The Foreign Ministry has voiced concern about a U.S. warship now just off its shores in the Black Sea, saying the unexpected visit raised further questions about U.S. plans to create a missile shield in Europe.
The USS Monterey, which is capable of detecting and shooting down ballistic missiles, is taking part in annual joint military exercises conducted by NATO and Ukraine.
The guided-missile cruiser was sent in March from its home port of Norfolk, Virginia, to the Mediterranean Sea as the first part of a four-phase plan to create the European missile shield. The plan calls for placing land- and sea-based radars and interceptors in several European locations over the next decade.
Russia opposes the planned system, which it worries could threaten its own nuclear missiles or undermine their deterrence capability.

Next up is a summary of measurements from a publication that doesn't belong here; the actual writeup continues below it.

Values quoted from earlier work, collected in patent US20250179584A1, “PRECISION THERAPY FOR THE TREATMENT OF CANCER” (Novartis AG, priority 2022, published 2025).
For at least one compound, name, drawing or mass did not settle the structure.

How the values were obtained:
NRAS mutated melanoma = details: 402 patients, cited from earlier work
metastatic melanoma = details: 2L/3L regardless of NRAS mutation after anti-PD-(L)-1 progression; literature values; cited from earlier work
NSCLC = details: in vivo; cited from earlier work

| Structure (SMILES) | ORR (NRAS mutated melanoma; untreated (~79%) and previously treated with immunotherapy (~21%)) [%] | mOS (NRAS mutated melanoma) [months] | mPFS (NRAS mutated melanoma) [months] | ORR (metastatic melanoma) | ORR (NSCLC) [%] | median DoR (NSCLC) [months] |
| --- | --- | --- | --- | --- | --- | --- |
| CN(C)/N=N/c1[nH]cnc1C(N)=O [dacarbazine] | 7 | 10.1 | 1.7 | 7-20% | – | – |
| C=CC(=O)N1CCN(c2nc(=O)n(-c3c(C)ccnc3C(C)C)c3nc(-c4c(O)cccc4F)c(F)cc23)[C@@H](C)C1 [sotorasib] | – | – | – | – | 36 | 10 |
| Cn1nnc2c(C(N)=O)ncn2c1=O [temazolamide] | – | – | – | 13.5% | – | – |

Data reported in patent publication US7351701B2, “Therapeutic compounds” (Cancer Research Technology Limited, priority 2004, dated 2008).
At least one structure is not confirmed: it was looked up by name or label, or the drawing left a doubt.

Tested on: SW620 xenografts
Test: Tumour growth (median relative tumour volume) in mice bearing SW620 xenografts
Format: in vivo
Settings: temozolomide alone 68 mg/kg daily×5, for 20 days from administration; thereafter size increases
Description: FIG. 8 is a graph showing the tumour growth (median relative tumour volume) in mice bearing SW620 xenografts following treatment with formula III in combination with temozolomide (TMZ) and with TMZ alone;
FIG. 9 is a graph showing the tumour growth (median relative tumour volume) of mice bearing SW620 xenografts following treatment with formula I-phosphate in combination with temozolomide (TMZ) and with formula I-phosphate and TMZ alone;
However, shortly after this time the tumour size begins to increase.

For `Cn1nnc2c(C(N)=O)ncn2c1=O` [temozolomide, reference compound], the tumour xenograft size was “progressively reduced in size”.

The Foreign Ministry issued a statement Sunday saying Russia "has repeatedly stressed that we will not leave unnoticed any elements of U.S. strategic infrastructure in the immediate vicinity of our borders and will consider any such steps as a threat to our security."
It said the appearance of the USS Monterey caught Russia by surprise and gave it cause to distrust U.S. verbal assurances that the planned missile shield was not targeted at Russia.
"The reconnaissance by the American anti-missile personnel in the Black Sea once again proves the necessity of working out clear legal guarantees that the anti-missile defense system that is being deployed in Europe is not targeted against Russia's nuclear deterrence potential," the ministry said.
Russia agreed to consider NATO's proposal last fall to cooperate on the missile shield, but insisted the system be run jointly. NATO rejected that demand and no compromise has been found yet.